- Choose natural textiles - For thousands of years, humans were incorporating natural textiles into their clothes, furniture, and more. Synthetic fibers weren't used until the 20th century, so if you want to use period accurate fabrics, then fully natural textiles like cotton, linen, and wool are the best options.
- Take weathering into account - With the number of people who sit in and move around antique furniture, it's no surprise that the furniture's upholstery is going to take quite the hit. This means that the colors and patterns can dull/fade over time, so if you want an accurate replacement, you'll want to see the hidden edges of the fabric for a color match.
Antique Furniture Replacement Tips: Handles, Pulls, and Knobs
When it comes to handles, pulls, and knobs, there are innumerable types that you can choose from. If you're feeling particularly creative, you don't have to stick to the same style of handle that originally came with the piece of furniture; rather, you can choose other antique or antique-inspired pieces to match your current aesthetics or needs. For example, sometimes knobs aren't as inclusive for all abilities as pull-handles are. Thus, you can update the furniture without sacrificing historic integrity.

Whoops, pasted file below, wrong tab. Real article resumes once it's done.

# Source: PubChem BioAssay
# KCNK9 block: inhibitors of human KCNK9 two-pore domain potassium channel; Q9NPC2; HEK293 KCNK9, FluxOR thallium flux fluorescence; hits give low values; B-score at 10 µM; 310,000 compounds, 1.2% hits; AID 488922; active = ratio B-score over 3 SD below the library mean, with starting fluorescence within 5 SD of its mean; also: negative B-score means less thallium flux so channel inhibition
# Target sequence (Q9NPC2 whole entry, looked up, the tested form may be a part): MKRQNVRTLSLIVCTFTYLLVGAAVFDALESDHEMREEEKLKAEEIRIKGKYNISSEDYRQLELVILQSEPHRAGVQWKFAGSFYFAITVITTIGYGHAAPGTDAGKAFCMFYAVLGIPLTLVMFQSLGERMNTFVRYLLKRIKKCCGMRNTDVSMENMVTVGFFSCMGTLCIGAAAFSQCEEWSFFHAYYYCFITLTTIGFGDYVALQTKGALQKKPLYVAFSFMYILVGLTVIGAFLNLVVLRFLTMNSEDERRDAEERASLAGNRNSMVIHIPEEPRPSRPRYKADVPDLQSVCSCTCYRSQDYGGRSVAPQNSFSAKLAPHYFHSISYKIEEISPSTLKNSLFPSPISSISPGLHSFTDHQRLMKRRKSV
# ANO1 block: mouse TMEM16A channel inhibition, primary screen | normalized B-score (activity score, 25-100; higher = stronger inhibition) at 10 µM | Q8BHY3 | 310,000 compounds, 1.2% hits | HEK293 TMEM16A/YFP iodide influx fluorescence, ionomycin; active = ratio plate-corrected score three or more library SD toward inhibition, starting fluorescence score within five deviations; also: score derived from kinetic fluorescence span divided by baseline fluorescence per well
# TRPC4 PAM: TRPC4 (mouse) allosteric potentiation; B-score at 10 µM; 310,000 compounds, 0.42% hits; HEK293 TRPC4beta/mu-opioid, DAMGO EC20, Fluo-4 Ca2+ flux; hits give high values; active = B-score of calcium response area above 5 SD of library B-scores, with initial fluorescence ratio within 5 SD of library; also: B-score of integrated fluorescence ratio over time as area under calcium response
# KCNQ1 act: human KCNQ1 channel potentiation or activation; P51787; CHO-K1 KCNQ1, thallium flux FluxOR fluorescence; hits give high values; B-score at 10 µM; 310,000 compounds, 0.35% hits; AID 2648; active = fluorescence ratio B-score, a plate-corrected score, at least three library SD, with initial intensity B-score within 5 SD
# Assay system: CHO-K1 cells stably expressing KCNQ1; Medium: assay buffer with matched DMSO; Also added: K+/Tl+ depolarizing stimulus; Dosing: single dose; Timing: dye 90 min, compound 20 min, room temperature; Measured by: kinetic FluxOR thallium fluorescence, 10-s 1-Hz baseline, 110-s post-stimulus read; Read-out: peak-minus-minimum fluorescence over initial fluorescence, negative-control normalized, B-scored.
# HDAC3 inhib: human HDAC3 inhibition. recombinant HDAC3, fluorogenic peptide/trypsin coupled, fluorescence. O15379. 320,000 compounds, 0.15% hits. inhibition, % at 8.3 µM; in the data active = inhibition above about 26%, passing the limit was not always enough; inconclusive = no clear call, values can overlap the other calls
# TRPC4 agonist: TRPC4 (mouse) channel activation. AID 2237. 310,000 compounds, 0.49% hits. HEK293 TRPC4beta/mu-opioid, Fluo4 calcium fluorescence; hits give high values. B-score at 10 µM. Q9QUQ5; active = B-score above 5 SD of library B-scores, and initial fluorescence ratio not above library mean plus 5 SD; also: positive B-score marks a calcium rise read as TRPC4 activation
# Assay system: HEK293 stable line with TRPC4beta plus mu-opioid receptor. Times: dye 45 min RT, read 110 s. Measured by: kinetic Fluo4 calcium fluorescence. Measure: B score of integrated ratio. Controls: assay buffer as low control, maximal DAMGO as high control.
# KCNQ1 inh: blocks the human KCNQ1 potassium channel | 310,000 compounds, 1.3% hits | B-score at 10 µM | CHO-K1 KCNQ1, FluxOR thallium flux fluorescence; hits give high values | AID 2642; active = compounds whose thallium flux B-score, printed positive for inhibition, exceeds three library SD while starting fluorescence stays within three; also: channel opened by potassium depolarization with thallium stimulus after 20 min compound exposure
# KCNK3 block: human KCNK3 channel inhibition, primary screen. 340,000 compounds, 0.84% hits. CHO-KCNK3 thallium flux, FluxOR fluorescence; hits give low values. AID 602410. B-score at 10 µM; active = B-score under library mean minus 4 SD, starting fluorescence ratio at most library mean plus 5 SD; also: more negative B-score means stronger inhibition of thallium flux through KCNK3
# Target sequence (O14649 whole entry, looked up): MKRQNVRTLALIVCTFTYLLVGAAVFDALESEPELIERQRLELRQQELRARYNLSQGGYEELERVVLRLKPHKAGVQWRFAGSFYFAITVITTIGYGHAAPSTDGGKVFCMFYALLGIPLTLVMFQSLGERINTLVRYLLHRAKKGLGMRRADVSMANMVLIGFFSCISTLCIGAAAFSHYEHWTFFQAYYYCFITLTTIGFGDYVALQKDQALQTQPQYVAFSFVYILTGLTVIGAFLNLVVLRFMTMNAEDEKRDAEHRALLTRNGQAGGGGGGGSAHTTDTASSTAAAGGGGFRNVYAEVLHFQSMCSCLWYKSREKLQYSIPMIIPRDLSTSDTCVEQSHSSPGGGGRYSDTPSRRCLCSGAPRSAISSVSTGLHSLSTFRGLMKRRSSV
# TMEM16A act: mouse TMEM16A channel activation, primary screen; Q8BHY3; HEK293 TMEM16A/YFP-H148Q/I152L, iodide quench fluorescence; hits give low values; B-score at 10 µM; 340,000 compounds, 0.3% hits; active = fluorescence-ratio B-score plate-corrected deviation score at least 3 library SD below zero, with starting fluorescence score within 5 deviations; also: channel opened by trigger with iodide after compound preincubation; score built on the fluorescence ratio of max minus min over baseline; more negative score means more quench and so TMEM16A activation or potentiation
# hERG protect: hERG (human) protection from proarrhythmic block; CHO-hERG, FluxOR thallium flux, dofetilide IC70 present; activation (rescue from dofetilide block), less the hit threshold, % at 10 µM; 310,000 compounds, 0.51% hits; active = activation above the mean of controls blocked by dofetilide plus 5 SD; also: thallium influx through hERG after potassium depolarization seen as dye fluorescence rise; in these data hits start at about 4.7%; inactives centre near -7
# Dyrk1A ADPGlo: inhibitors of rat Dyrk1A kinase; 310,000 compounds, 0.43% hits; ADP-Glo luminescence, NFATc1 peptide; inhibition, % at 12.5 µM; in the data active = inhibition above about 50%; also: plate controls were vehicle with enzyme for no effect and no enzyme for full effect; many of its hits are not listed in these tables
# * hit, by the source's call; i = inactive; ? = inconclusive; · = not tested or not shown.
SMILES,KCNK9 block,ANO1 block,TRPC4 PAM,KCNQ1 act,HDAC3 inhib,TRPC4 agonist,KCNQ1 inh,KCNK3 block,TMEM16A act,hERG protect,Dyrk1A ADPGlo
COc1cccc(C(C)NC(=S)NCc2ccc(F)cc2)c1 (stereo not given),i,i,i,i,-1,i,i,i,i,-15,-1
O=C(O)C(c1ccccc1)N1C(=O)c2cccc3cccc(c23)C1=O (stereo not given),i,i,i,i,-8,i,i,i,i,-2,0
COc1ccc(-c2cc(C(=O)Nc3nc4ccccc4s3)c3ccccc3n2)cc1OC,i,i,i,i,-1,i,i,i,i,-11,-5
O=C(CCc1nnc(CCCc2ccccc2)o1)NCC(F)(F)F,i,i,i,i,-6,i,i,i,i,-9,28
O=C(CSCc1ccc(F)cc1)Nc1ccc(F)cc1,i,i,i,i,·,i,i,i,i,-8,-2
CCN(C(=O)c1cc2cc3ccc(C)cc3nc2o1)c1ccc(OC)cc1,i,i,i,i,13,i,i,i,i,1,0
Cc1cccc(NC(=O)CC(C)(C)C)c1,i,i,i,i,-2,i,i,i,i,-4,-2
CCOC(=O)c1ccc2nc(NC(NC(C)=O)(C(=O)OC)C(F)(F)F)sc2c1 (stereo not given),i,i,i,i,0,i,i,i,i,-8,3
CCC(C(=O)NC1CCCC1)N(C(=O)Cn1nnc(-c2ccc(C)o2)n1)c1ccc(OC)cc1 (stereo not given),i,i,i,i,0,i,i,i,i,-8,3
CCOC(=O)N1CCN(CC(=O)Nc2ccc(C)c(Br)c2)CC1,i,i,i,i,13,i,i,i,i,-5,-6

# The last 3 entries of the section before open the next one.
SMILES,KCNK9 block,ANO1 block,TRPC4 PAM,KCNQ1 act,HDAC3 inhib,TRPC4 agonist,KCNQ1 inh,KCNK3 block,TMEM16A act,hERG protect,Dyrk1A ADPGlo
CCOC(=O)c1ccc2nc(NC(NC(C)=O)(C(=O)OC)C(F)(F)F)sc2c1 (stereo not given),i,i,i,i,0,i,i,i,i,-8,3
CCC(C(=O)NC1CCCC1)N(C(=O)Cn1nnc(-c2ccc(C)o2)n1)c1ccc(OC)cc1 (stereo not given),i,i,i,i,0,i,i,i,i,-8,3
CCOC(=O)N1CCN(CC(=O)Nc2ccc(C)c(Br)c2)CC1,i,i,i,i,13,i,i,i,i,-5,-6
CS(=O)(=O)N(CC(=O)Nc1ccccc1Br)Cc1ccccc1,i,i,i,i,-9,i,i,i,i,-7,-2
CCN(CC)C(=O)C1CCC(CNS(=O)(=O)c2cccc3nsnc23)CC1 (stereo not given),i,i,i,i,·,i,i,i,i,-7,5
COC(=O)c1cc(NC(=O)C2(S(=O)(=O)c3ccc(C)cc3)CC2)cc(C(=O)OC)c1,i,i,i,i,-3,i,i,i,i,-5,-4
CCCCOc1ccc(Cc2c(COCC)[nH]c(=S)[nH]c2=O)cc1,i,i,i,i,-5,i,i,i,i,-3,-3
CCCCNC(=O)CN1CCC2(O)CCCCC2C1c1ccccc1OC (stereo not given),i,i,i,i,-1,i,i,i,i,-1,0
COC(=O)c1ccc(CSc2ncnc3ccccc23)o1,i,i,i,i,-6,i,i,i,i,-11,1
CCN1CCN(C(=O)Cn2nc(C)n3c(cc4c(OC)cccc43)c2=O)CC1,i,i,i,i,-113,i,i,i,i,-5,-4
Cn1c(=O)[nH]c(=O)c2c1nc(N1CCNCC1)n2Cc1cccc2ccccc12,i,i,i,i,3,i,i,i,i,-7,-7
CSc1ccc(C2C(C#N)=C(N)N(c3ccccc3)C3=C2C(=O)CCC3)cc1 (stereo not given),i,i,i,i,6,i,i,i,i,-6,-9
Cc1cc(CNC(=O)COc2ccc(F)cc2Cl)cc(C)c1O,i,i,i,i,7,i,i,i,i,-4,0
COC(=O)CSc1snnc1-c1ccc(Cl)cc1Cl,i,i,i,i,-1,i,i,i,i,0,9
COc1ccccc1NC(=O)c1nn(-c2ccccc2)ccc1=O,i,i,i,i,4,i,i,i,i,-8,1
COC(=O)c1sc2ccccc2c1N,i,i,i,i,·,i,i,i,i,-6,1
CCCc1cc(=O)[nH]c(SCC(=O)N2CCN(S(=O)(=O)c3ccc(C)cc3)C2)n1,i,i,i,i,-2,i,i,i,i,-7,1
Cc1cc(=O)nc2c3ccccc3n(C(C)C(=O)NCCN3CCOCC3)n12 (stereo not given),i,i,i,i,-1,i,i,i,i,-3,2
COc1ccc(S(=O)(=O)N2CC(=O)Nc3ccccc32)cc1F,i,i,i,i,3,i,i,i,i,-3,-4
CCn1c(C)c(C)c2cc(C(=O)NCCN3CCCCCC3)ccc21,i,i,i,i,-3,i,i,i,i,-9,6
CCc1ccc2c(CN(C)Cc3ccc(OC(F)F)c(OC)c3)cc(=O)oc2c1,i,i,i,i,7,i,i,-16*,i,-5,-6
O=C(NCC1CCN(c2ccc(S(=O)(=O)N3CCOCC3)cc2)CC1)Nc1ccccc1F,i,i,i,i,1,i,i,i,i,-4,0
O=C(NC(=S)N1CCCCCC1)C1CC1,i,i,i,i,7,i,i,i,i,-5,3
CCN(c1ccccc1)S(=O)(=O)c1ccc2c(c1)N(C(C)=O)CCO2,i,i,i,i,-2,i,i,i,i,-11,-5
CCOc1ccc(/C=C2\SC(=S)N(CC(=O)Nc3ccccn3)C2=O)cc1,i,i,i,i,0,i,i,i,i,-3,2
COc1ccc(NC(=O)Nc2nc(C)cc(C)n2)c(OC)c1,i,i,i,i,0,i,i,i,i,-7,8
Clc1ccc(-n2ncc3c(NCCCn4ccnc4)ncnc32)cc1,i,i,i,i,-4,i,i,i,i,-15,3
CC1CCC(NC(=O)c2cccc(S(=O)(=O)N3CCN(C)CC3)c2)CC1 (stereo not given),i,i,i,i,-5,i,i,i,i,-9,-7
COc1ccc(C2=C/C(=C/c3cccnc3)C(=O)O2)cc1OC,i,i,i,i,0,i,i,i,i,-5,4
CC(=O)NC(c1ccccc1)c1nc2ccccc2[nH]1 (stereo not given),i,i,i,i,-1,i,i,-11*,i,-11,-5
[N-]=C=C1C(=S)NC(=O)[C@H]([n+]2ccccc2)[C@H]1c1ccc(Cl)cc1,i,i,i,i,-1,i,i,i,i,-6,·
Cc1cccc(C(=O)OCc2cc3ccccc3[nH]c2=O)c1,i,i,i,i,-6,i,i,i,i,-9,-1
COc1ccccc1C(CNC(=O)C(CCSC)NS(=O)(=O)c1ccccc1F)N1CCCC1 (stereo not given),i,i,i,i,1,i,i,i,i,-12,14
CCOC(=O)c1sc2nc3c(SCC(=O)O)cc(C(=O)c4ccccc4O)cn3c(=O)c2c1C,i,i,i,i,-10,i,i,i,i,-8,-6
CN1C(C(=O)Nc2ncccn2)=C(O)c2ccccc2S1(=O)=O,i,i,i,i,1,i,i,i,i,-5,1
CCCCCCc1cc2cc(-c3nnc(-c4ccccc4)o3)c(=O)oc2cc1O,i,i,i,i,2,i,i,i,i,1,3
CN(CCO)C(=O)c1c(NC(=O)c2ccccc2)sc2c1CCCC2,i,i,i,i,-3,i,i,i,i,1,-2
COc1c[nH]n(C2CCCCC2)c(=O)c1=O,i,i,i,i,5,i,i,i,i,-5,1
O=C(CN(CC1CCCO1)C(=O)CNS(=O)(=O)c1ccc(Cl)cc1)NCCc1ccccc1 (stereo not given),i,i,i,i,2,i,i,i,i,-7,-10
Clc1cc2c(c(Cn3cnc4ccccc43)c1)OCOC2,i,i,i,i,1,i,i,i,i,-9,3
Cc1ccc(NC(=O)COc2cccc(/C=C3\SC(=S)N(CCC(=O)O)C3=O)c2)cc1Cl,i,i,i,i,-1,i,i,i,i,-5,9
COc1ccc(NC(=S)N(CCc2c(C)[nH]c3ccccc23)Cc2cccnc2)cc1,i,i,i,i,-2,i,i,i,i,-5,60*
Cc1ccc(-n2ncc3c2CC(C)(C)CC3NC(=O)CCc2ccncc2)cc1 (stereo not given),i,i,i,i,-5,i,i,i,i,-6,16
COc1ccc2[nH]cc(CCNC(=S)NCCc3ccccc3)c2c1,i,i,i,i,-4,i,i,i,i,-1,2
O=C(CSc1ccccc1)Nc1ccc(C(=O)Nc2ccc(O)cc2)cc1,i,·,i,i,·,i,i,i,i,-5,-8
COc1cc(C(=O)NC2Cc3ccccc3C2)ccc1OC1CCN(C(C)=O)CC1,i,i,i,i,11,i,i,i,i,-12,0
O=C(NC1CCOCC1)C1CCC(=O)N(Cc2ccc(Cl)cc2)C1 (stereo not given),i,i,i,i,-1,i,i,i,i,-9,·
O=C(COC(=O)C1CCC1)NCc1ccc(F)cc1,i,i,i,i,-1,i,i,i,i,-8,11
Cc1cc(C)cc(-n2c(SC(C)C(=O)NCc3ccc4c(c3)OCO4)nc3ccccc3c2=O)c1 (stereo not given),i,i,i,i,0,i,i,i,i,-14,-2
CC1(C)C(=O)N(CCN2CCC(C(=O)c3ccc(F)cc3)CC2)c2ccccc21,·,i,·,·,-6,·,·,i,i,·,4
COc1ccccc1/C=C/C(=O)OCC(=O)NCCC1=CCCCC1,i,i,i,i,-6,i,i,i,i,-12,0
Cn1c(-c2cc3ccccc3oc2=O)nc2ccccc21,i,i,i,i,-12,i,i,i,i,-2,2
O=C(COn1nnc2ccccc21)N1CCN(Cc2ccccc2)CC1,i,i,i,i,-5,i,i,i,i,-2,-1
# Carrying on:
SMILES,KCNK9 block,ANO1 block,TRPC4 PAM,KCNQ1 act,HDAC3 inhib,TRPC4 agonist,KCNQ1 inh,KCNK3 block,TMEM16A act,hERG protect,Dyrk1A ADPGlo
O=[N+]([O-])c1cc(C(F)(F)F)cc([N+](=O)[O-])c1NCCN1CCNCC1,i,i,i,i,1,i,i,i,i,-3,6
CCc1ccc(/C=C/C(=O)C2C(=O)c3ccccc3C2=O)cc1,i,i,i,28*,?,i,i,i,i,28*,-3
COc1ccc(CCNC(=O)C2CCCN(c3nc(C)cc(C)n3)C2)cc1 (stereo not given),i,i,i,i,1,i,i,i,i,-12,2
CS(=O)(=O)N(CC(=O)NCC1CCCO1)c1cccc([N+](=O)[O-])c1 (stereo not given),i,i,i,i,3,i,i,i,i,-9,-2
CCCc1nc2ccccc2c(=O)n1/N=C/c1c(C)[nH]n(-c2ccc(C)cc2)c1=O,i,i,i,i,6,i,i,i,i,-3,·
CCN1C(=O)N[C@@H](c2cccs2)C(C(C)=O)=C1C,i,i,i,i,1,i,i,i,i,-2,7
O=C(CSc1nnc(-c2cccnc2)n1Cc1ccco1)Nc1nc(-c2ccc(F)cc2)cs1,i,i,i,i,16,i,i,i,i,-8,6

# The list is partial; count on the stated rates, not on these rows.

That being said, you do want to try to stick with handles, pulls, and knobs that are period accurate and made of the right materials. When looking at replacement grips to purchase, you should consider a few things:
- The width of the screw holes - You should pay attention to the exact width between the screw holes if you're considering handles or pulls as you don't want to make any extra holes into the wood as this can damage the piece's value.
- Authentic materials - True antique handles, pulls, and knobs are going to be made out of genuine materials like cast iron, brass, bronze, wood, porcelain, and crystal. If you find these 'authentic' parts made out of plastic for sale, run for the hills.